this week's menu

 


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One of the great loves of my life: menu planning.  It’s culinary/creative window shopping  with a definite positive near-future.  It’s catalogue-perusing in the form of cookbook-flipping.  A lucky privilege, to be sure.  I never take eating for granted.  10,000 children die of starvation everyday.  If this hurts you, too, then let me recommend one of our dearest our mentor’s bestselling books: Food Revolution.  If you don’t know this book, John was the single heir to the Baskin-Robbins fortune.  He invented Jamocha Almond Fudge!   He walked away because he felt it wasn’t an appropriate response to his life.  Imagine that.  You’ll have to read the book to find out what happened!  But there’s answers to the hunger thing.  

 

 

 

For a female take, another beloved elder is Lynn Twist.  She’s trained over 20,000 non-profit fundraisers & her book, Soul of Money  makes me cry with hope & magic & surprise at the ingenuity of women & our innate wisdom from beginning to end.  This book transformed our relationship to money in a such a profound & empowering way.  It is unlike an money book out there.  More solutions to the hunger thing.   

 

 

 

So this is what we’ve got planned.  The truth is, I never stick to my plan.  I just so love to plan.  I get to the grocery co-op & all these other ideas come out of nowhere.  But...Having it all layed out lets me sleep soundly, knowing my family has been prioritized according to my highest value ~ contributing loving, creative nourishment.  Forgive me, that’s clearly 4 separate values.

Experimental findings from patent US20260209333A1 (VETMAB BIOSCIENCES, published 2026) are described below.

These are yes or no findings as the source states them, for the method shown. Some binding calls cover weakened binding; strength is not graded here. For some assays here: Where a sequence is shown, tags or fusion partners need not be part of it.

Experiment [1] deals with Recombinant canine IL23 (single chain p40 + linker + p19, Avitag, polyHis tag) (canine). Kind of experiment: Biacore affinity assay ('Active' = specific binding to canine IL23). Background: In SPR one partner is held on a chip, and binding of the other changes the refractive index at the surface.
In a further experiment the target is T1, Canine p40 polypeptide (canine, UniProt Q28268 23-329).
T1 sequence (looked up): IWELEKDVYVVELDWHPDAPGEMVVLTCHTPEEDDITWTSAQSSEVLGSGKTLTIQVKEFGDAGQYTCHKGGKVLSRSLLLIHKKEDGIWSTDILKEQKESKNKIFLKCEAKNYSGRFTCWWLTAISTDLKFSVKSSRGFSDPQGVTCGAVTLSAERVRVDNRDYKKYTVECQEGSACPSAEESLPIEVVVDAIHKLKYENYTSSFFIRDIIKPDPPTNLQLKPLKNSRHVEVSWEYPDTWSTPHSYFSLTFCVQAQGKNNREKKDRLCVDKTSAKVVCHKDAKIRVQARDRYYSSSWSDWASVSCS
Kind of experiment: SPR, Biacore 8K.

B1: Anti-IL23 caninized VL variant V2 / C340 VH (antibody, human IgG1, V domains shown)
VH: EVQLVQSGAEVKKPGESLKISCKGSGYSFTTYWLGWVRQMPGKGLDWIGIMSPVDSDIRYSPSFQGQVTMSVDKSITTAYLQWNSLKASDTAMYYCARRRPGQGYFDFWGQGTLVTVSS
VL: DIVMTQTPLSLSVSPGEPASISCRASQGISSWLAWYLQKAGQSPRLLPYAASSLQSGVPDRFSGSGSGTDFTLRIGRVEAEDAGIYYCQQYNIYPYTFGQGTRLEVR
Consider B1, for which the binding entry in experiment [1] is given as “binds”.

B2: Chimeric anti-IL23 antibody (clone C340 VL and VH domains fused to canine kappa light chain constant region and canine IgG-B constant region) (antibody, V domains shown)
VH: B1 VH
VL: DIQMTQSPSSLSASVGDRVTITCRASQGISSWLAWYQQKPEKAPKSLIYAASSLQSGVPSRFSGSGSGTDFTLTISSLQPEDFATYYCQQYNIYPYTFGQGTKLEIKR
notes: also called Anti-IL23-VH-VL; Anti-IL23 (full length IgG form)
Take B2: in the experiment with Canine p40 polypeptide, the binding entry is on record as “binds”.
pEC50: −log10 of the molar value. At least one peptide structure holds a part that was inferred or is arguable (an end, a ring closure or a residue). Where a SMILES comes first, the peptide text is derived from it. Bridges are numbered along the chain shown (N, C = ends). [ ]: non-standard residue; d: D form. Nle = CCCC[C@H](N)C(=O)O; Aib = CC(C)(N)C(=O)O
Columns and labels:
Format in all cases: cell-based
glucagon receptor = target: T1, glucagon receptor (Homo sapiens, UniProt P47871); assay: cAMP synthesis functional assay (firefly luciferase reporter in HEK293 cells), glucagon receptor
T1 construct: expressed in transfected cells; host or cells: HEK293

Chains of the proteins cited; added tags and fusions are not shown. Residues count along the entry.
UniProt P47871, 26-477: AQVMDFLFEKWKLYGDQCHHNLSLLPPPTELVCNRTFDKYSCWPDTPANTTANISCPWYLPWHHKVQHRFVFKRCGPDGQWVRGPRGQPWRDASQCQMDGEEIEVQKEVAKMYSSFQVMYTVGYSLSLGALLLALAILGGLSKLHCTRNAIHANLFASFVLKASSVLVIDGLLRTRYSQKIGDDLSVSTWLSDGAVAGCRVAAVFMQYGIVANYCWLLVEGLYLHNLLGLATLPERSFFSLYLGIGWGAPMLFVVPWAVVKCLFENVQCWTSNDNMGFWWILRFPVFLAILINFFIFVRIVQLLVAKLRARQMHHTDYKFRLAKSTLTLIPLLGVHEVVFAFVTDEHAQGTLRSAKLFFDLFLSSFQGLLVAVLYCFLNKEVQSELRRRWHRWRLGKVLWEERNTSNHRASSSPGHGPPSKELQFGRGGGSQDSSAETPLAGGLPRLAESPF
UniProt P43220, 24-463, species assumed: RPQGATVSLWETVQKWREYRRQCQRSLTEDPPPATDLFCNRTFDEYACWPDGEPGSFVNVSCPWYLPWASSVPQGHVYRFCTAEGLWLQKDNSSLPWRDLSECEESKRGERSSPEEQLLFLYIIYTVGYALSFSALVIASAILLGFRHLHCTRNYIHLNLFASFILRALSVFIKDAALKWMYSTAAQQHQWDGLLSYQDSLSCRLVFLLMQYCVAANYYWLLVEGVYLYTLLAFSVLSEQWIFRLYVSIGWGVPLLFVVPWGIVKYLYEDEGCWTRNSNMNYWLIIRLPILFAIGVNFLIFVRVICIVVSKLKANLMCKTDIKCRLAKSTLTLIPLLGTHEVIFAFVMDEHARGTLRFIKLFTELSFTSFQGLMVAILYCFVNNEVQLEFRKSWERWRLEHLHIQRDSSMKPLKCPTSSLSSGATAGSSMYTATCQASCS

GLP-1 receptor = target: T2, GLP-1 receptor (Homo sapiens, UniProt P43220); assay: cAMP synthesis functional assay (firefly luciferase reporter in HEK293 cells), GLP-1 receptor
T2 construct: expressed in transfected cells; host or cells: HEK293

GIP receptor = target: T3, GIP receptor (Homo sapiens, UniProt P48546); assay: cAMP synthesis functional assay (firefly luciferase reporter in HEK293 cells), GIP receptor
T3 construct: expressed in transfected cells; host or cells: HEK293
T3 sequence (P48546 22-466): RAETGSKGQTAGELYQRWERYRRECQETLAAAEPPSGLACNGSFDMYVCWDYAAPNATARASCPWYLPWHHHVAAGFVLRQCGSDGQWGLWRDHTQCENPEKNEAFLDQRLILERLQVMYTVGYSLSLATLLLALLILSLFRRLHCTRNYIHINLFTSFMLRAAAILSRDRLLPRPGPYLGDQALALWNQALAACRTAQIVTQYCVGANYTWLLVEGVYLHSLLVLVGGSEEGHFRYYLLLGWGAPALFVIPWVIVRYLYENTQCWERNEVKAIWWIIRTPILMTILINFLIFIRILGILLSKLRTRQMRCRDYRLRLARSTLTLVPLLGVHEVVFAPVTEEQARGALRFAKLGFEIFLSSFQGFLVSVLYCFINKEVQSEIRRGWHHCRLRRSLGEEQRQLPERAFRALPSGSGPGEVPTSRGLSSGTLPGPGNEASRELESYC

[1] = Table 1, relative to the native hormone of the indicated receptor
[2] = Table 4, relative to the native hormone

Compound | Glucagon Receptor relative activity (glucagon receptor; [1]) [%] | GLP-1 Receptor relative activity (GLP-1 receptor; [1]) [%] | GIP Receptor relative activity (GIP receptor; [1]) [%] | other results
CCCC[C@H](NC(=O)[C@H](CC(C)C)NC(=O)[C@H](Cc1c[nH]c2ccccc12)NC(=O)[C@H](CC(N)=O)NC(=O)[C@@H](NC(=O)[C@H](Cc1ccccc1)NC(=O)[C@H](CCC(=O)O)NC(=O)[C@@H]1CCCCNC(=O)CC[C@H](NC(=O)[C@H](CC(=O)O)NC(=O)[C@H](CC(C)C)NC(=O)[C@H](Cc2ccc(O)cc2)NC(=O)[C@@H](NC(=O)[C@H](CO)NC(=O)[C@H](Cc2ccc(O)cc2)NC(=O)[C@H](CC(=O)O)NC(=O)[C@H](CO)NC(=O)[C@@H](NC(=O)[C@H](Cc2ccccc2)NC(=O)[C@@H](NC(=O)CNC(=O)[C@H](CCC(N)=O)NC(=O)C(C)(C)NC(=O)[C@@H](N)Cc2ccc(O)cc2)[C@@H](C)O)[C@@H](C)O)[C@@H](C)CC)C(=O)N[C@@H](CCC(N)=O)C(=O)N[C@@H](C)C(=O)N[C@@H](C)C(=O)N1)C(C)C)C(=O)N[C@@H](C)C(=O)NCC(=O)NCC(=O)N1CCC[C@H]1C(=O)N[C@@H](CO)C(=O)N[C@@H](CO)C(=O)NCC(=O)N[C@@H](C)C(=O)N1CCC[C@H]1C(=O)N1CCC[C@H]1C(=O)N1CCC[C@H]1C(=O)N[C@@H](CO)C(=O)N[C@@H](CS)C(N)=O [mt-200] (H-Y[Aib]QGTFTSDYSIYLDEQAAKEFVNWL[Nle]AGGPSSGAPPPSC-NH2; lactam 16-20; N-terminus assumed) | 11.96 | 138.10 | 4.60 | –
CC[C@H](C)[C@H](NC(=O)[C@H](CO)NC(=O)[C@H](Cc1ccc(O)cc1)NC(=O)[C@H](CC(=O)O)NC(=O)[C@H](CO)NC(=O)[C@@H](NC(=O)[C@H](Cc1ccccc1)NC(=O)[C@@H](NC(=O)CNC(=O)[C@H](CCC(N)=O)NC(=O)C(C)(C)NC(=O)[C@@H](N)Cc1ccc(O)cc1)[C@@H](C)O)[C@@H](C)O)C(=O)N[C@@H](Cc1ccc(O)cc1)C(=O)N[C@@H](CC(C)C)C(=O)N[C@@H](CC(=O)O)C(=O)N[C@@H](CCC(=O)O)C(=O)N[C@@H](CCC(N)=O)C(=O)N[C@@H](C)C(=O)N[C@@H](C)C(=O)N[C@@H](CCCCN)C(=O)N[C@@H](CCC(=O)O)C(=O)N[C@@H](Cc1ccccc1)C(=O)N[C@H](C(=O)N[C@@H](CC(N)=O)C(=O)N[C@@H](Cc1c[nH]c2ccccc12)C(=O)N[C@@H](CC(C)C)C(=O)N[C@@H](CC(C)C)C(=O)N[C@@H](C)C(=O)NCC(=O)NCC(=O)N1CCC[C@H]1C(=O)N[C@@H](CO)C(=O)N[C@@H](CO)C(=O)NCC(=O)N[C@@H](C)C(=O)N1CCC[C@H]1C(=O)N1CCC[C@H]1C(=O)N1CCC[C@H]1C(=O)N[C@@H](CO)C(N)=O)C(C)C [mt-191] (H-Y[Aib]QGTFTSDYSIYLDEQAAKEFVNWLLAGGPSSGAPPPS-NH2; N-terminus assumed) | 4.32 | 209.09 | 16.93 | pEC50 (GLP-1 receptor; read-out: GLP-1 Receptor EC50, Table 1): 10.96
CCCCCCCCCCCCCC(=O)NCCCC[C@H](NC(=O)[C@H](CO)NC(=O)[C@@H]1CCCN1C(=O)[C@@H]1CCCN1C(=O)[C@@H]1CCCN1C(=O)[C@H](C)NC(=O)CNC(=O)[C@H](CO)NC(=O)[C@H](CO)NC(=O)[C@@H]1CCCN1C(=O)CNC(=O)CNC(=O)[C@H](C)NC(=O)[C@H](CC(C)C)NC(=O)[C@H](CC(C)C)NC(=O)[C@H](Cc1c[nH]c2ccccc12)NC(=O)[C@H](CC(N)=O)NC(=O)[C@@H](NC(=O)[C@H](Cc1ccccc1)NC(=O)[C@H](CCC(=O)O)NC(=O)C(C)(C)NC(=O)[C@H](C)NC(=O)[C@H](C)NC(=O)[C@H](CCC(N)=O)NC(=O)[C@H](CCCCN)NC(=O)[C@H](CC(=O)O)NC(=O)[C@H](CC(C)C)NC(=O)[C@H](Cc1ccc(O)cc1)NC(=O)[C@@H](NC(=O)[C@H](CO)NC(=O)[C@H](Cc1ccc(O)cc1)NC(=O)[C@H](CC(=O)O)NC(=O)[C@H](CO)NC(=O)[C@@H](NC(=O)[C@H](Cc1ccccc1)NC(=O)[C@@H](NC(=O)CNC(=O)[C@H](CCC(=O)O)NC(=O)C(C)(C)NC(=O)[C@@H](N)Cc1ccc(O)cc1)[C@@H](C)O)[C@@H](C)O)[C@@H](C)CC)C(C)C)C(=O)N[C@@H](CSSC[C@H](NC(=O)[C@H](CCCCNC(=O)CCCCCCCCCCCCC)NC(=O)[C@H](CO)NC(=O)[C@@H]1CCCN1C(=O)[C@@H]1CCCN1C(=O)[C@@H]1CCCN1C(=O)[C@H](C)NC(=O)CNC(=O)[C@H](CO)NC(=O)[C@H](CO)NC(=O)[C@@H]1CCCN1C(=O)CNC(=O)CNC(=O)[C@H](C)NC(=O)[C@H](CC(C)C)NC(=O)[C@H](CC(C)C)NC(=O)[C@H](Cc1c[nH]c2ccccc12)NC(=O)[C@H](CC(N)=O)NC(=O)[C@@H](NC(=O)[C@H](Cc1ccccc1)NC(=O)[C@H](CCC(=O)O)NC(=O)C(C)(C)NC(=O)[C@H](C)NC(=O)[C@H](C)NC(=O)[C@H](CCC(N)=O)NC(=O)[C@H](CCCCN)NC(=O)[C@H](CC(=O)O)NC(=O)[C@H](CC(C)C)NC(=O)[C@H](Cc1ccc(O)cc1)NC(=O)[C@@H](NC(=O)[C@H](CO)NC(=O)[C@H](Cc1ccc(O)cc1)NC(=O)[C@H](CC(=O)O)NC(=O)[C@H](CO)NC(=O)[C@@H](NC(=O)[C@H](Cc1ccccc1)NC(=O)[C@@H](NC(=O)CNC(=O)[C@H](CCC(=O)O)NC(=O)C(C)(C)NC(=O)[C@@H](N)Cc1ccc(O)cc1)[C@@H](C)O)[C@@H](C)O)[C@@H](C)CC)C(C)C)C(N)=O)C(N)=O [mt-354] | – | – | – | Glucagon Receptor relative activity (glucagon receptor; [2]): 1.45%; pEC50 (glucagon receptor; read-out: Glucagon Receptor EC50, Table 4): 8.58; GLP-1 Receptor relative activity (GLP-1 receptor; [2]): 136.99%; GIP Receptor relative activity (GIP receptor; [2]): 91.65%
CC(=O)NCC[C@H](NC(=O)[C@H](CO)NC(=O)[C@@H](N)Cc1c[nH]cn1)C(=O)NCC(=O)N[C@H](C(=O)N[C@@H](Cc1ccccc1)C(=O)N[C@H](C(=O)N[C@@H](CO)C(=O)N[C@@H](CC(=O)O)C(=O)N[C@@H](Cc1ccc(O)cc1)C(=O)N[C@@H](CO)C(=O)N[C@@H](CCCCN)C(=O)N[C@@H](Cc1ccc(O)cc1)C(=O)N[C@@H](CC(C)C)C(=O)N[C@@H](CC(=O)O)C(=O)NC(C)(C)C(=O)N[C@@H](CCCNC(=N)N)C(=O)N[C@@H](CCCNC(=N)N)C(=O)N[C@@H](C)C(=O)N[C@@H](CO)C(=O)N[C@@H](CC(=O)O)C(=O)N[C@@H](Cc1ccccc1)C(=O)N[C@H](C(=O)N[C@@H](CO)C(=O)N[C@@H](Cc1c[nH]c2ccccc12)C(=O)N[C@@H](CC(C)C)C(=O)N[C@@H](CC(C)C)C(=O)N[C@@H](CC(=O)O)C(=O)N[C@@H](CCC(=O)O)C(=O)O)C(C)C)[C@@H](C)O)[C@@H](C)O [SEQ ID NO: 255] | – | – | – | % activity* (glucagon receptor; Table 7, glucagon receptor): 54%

Moving on, we’ve been craving chili verde around here, but some of us don’t eat chicken.  So we use salmon, you know, as though it’s chicken.  It works especially well for this dish.  We adapted Rachael Ray’s Grilled Chicken Chili Verde recipe, which was way too tangy for my taste, so we lessened the tomatillos to 8 small ones.  And added 3 heaping teaspoons of jarred apple bbq sauce.  Yum.  We put the whole stew on the table, along with butter-browned corn tortillas, wild rice, avocados, shredded romaine hearts, shredded jack, chopped scallions & lime wedges.  I suppose you could make the stew the night before or even freeze it, but this whole thing can actually come together in 45 minutes.

 

 

 

Here’s how we alter it for our eaters with distinctive palates (Gastrokids has helped me to drop the words "picky" +  "eater"): when we grill the salmon, we set aside 1/3 & cut it into strips.  So it’s just another offering on the table, no extra time or effort.  Then everyone just makes their own tacos & we don’t say a word about how much they’re eating.  This is a new practice, but the table is so much more celebratory.  We’ve realized that kids who don’t finish their food are not nearly as wasteful as us adults across the board, so we’ve stopped mentioning it & are working on ourselves.

 

 

 

Jungle Curry Recipe is here.

 

 

 

Picadillo ~ Filipino Weeknight Fare.  And my favorite dish growing up.  


Saute chopped onions + garlic.  Add ground meat.  Brown.  Add finely cubed potatoes, 1 cup water, bouillon cubes, frozen peas, a chopped tomato, 3 dashes of soy sauce, oregano,  salt &/or fish sauce.  Simmer down to reduce.  When potatoes are tender, serve over white rice.  

 

 

 

My mom would always take the leftovers & make a torta for breakfast: Cover leftovers with beaten eggs & let bottom set.  Lift edges & let egg run under to cook insides.   Flip over or stick under the broiler.  Over rice, of course!  

 

 

 

Our friend is moving in to feed our fish & we get to see our loved ones get married to the loves of their lives this weekend.  There’s nothing like a wedding to remind me of my own promises.  (Patience.  You will not be in the same place at the same time.  Listen.  They have something to tell you.  Forgive.  That means to give completely, give up the sword & shield, ahead of time, before & forever) These are not things mere mortals should really be taking on.  It takes being so much bigger than ourselves, doesn’t it?  Again, a privilege I don’t take for granted.